The strategic actor conception will make it hard for residents to know where
they stand, because it relies on situational good judgment rather than on
rules, and it provides no final arbiter to which residents can appeal against
what they think is a misguided strategic decision. It conceives the Land Trust
as part of a community-oriented strategy rather than part of an individual
rights-creation strategy, and assumes that proactive intervention, as opposed
to passive minimizing of resident losses, is desirable in itself. It takes the
goal of community responsibility or stewardship much more seriously than does
the opposite conception.
D. The Deeper Political Conflict Underlying the Three Debates
As I have presented them so far, it seems obvious that the upward mobility
approach aligns loosely with the
"tenants' rights" and
"residents' interests" approaches to internal governance and neighborhood role. The notions of
mobilizing the very poor, of the
"coop as a collective," and of the neighborhood strategic actor also seem mutually supportive. In this
section, I speculate that this alignment derives from the existence of a deeper
level of division within CRT and CLS writings, between conflicting or
contradictory ideas about what a progressive social policy looks like in a
situation of race and class stratification in a modern post-industrial economy.
The underlying, not very much theorized conflict would be, to my mind, between:
Attitude I: The goal of racial liberation is to eliminate discrimination, both
its present diffuse, pervasive reality, and its historical effects. The problem
is that a racist system treats similar individuals differently, and oppresses
people as group members. The solution is to put minorities in the position they
would have been in if they had
[*119] operated under the same legal regime as the majority operated under, both the
formal law in the books and the informal law in action. Beside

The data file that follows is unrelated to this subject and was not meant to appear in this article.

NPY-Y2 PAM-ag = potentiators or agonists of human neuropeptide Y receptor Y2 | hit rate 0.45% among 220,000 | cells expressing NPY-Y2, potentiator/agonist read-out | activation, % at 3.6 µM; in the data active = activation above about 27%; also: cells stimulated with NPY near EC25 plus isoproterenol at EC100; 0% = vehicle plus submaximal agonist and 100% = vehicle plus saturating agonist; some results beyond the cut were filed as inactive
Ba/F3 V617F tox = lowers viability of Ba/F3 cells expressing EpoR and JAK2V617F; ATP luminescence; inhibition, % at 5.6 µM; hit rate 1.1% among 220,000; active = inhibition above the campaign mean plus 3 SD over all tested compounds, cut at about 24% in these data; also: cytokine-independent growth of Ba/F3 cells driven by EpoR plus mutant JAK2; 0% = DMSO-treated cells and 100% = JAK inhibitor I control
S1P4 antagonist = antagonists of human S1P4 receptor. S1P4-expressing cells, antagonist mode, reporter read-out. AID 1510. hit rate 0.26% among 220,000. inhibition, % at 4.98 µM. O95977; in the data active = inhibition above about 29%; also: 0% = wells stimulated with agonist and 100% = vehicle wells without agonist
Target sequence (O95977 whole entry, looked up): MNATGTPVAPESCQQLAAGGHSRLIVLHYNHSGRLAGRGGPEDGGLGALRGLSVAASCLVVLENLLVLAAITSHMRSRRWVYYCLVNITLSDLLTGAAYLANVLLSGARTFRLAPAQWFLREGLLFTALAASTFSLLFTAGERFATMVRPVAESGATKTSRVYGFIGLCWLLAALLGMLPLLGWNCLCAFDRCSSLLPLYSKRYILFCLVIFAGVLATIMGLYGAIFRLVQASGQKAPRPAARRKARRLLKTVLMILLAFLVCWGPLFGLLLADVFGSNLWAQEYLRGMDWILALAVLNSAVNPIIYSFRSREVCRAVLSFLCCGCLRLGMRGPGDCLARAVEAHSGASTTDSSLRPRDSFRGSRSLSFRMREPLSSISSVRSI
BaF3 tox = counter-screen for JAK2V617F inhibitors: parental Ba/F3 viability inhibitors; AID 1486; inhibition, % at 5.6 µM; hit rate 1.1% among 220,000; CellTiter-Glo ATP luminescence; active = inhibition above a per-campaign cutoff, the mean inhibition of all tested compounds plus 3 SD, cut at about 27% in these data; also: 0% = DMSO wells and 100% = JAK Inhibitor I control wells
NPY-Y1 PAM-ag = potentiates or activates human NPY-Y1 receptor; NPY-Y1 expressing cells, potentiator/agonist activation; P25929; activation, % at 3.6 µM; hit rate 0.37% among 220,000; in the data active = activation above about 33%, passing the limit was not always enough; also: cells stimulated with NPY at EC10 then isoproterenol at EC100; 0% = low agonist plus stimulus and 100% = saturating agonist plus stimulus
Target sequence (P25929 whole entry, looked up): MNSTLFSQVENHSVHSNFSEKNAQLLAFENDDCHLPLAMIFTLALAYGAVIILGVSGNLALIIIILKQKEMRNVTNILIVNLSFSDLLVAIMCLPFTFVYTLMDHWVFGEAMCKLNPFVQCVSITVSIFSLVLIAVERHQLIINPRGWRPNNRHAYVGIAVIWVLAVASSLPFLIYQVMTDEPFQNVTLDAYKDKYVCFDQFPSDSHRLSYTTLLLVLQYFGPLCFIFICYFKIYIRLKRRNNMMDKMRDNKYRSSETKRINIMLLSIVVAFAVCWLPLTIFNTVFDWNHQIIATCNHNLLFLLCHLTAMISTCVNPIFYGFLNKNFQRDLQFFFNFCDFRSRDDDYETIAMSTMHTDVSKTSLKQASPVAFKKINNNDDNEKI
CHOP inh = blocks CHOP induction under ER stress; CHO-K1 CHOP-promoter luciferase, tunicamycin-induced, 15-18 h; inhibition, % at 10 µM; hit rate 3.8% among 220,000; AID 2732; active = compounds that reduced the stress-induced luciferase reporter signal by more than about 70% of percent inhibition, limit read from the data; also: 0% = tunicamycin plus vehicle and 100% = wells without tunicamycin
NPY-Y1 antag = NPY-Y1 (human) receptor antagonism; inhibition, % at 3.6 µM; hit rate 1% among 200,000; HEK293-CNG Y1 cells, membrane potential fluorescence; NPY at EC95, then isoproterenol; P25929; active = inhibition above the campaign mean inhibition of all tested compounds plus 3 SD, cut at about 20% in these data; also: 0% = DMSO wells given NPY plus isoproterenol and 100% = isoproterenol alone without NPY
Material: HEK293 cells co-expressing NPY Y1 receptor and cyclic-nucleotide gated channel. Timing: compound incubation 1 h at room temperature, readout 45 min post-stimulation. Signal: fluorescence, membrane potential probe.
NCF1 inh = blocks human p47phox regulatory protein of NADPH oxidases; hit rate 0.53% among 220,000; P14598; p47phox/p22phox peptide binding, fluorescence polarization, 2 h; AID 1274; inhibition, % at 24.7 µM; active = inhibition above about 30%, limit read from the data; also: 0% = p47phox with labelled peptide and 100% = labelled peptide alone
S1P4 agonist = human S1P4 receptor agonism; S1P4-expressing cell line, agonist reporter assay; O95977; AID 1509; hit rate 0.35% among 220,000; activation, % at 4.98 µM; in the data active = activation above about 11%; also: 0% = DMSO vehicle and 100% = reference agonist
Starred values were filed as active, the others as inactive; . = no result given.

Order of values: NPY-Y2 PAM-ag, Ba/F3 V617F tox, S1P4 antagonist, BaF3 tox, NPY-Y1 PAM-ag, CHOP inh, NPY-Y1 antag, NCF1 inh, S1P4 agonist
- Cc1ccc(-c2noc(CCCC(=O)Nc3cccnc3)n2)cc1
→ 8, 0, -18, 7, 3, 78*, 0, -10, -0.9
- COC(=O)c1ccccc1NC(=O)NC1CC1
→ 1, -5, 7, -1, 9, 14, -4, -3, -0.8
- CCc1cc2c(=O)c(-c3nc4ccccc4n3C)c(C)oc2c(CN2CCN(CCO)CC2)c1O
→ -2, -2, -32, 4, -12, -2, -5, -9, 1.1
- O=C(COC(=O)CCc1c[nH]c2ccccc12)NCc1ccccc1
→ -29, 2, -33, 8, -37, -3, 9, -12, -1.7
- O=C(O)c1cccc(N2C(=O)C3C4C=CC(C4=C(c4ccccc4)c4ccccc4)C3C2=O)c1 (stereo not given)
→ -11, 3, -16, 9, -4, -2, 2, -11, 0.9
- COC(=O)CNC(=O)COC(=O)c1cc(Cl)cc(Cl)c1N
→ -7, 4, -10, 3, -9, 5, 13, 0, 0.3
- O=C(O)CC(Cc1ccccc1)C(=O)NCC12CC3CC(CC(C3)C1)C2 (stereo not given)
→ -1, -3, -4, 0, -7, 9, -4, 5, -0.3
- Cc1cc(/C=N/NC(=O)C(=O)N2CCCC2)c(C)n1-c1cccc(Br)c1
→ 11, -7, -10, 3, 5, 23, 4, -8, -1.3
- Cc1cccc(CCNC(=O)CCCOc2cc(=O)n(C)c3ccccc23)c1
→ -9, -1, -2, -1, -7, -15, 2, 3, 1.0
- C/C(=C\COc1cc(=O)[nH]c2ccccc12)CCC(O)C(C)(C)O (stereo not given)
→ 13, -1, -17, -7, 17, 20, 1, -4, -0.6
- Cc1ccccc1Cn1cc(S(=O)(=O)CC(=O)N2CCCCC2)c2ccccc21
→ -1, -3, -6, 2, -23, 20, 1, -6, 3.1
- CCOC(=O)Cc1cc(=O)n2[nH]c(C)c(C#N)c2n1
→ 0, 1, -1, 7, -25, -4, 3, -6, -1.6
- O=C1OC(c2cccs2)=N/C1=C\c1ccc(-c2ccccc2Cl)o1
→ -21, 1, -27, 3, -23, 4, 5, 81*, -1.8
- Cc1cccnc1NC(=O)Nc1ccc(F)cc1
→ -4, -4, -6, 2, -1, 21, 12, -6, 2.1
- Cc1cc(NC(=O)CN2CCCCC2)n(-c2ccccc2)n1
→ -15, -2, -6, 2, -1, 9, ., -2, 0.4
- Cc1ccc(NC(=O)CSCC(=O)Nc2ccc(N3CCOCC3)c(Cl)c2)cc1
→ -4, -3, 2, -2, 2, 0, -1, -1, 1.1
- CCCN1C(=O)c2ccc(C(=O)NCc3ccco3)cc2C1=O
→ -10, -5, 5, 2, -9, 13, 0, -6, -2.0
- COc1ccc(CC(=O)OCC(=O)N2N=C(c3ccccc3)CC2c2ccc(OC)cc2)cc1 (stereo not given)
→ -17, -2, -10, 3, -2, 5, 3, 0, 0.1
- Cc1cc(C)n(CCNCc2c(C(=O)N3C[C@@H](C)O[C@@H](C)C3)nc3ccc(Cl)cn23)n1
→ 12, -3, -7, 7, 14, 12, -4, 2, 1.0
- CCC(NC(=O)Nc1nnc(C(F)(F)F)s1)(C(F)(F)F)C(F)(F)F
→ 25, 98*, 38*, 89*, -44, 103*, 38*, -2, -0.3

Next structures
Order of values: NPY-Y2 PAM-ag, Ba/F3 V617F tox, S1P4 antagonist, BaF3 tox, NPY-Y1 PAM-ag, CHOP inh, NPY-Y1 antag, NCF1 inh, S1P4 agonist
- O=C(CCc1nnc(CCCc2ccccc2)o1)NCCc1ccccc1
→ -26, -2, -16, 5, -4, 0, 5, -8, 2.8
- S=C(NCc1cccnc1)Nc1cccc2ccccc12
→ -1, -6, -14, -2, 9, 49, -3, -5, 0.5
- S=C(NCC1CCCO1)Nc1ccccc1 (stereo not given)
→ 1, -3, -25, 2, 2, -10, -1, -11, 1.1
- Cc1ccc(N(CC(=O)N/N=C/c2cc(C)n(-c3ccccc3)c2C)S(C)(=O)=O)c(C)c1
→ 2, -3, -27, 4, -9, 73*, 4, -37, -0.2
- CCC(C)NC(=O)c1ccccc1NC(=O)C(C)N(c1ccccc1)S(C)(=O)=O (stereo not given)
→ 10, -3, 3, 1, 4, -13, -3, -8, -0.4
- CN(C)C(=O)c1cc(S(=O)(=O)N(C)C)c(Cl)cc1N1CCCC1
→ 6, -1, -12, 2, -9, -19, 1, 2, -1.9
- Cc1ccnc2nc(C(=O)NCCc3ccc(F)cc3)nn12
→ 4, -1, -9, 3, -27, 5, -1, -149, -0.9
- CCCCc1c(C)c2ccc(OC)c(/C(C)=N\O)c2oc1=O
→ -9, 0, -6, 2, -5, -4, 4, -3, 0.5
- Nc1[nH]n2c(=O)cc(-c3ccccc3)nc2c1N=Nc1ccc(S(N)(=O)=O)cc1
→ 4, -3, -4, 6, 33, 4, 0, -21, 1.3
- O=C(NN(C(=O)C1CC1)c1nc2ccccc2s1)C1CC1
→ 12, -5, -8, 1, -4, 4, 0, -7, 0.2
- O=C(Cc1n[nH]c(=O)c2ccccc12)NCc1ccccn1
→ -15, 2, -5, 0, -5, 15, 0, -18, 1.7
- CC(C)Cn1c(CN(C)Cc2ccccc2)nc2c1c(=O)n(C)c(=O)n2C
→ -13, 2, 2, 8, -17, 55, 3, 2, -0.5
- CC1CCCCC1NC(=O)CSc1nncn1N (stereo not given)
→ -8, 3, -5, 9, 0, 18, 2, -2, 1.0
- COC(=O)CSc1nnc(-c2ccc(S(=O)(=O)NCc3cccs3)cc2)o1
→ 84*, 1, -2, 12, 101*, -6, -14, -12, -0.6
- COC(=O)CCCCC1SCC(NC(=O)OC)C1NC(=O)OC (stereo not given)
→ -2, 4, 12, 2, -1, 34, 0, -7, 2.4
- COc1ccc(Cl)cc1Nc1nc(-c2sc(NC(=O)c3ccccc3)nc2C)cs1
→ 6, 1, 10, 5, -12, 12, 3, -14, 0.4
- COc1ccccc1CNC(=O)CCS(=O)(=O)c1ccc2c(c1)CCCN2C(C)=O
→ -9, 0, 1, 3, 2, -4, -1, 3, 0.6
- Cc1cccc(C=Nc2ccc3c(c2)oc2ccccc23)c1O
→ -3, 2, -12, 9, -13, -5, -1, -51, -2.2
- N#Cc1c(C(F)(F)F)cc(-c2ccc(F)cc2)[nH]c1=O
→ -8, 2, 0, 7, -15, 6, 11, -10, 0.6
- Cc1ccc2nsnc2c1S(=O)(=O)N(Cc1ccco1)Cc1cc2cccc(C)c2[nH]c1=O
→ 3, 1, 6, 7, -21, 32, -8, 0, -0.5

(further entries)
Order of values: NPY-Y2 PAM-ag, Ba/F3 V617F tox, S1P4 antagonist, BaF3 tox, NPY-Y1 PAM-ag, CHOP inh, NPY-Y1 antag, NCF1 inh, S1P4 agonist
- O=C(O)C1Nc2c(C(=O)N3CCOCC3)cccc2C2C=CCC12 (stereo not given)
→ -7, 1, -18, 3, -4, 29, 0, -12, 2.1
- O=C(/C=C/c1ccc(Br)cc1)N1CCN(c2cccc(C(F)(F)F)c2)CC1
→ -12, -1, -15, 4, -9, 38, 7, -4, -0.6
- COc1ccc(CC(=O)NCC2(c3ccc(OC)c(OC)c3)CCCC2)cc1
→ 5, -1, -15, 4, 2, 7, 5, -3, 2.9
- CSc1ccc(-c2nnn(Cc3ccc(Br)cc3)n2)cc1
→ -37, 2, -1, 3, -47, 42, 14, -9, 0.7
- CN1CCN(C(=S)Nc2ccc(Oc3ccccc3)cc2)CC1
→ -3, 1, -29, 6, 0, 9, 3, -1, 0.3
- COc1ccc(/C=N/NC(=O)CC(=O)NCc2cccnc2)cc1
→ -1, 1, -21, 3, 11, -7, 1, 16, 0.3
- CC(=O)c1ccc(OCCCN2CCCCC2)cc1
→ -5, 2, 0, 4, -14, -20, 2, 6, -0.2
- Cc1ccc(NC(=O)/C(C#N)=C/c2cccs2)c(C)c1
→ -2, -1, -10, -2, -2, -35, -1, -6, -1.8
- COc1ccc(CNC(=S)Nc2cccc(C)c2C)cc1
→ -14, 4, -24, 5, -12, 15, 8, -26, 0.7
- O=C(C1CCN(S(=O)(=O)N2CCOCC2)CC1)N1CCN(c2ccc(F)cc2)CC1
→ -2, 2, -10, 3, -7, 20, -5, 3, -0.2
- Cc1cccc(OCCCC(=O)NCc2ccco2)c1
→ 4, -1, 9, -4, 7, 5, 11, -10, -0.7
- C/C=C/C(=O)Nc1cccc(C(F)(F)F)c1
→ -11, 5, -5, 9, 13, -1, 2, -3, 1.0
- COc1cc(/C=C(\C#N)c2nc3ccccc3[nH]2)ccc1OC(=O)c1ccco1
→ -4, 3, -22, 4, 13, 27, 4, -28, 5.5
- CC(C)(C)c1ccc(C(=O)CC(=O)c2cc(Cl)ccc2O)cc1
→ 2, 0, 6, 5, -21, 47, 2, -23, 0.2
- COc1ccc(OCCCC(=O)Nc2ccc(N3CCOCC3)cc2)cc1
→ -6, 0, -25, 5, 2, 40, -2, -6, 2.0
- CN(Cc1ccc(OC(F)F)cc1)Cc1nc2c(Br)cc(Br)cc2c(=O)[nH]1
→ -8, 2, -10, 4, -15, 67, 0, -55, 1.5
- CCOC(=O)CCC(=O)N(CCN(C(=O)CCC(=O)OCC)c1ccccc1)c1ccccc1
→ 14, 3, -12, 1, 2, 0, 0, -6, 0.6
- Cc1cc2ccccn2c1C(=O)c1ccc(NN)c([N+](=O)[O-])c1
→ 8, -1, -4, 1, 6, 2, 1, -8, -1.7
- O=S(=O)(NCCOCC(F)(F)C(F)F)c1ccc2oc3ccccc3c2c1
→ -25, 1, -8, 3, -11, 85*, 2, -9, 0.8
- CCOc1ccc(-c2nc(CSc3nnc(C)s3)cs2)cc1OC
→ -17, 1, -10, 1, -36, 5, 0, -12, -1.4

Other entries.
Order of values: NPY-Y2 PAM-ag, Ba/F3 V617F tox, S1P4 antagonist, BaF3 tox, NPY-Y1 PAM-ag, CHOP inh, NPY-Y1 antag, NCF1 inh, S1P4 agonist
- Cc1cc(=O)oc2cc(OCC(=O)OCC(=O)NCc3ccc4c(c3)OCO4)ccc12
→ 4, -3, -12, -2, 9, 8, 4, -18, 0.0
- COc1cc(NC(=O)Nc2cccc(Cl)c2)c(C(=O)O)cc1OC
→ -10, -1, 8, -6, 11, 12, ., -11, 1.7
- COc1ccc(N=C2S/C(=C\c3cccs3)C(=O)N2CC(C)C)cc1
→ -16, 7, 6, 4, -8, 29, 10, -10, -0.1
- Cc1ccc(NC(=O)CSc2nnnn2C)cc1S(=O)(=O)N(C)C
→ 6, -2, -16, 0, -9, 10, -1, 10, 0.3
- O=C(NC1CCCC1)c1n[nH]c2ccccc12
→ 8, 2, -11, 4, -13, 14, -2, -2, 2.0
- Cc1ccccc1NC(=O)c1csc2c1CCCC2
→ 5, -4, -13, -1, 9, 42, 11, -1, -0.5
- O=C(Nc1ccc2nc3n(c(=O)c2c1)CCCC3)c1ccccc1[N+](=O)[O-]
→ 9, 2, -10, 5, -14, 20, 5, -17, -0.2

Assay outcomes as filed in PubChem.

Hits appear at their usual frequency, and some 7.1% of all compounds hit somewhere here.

anti-discrimination, the two clear implications are affirmative action in
employment and education, and reparations. Reparations, in turn, mean both
reparations for slavery, and reparations for the large economic benefit that
whites as a group have derived at the expense of blacks from the operation of
the system according to racist rules of the economic game.
n37 This might be described as the left liberal strand in critical race theory.
It is not at all classically liberal, because it is based on the ideas that
race is a group phenomenon, and that there is group responsibility of whites to
blacks based on the historical and present collective implication of whites in
the oppression of blacks. It is also race conscious rather than color blind,
and it is neither intrinsically assimilatonist (in Cornel West's sense
"integrationist." Demanding non-discrimination, affirmative action, and reparations is in fact
consistent with highly valuing black culture, and with resisting the dispersal
of black residential communities, the dissolution of black enterprises, and a
widespread practice of racial intermarriage. (It is also consistent with the
opposite, assimilationist and integrationist approaches.)
But it is liberal in that it is based on applying to the white community the
standards of justice and injustice, legality and illegality, that have
characterized the white community's own dominant internal ideology. It treats
the rules of the game in the white community, which combine a property and
contract regime with limited government intervention through tax and transfer
to redistribute in favor of the poor, as just. Or at least as sufficiently just
so that we can use the failure to live up to the standards of modern liberalism
as a way to measure wrongs to blacks, both the wrong of slavery and the wrong
of discrimination within the post-slavery economy and society. And it treats
the rules of the game as sufficiently just so that the white losers in the game
played according to these rules have no claim of injustice that they can set
off against or oppose to the minority claim that whites are collectively
responsible to blacks. There is no suggestion that poor whites have claims that